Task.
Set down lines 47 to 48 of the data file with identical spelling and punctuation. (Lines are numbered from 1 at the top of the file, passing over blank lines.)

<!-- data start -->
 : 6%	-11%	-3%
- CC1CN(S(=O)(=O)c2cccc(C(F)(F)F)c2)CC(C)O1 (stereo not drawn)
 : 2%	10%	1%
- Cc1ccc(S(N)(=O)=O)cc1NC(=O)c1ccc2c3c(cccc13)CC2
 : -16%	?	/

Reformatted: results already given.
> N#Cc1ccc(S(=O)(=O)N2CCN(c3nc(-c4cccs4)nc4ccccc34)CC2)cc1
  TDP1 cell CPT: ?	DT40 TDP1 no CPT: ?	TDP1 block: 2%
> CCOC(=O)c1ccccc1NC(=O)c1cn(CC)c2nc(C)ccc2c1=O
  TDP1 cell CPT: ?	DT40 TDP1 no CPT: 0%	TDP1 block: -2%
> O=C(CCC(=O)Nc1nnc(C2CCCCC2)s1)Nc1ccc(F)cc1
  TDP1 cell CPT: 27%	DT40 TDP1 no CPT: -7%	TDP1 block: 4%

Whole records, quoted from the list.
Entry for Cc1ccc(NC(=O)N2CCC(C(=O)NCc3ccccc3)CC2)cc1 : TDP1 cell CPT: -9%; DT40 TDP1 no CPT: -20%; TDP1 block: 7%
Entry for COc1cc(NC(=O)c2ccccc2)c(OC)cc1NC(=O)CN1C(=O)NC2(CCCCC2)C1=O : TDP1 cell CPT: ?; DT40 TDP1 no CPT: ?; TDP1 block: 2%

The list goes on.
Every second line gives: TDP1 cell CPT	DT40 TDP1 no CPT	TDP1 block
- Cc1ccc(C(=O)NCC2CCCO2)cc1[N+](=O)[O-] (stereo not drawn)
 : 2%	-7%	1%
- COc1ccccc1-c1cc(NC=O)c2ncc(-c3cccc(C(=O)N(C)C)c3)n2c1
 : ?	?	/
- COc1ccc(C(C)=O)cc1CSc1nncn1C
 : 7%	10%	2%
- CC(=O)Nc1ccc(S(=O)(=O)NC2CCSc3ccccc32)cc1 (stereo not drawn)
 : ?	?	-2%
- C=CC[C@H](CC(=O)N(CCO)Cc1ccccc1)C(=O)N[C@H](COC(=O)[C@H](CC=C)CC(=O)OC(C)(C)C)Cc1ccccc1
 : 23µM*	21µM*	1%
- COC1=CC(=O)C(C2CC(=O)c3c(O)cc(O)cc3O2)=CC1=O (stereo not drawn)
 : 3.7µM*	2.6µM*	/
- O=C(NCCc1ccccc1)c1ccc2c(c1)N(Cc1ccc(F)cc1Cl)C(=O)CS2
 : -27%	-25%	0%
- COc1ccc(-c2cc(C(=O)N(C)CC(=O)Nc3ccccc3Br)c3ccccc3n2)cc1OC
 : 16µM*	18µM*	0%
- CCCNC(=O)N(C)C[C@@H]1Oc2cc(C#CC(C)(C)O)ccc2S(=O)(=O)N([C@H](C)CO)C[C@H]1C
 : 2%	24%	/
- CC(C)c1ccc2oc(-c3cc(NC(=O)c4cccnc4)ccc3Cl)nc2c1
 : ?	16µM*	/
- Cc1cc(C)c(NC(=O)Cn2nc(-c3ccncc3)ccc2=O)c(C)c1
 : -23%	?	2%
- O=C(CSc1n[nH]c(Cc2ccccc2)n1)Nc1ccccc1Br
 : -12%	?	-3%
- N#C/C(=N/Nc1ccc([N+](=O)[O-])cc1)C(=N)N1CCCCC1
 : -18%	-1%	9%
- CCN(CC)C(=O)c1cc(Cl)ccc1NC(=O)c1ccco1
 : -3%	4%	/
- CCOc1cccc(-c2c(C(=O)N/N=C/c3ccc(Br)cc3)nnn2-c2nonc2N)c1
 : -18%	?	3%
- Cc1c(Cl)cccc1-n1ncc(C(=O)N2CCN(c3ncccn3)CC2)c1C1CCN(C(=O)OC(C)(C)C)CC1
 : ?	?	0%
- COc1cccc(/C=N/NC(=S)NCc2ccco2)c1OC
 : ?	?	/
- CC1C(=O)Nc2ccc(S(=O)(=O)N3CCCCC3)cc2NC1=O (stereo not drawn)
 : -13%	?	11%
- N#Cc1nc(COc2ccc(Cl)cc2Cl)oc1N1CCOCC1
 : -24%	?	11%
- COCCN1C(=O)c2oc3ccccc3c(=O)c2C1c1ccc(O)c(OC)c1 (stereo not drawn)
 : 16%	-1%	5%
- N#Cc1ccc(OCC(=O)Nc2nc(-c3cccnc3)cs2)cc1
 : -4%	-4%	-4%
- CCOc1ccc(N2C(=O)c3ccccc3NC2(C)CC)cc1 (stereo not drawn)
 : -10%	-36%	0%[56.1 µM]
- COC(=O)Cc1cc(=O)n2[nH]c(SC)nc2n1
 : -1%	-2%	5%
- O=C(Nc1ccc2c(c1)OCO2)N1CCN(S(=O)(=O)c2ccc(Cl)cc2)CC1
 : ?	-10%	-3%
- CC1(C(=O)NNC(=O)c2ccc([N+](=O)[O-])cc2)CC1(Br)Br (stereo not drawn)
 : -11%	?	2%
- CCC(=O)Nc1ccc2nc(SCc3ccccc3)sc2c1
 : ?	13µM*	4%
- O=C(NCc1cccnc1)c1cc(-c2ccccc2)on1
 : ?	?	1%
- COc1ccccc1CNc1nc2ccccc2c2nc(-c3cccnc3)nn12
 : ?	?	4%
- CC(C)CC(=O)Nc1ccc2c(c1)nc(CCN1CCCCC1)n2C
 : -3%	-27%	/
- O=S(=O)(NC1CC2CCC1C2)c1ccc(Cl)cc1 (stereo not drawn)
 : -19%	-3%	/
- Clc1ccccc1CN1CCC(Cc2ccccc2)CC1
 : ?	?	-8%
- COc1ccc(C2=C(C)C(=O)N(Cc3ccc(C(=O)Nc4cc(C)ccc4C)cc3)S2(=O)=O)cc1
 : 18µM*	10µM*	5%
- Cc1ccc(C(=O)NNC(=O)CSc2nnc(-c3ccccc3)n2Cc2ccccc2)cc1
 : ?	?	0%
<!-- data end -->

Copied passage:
 : -18%	?	3%
- Cc1c(Cl)cccc1-n1ncc(C(=O)N2CCN(c3ncccn3)CC2)c1C1CCN(C(=O)OC(C)(C)C)CC1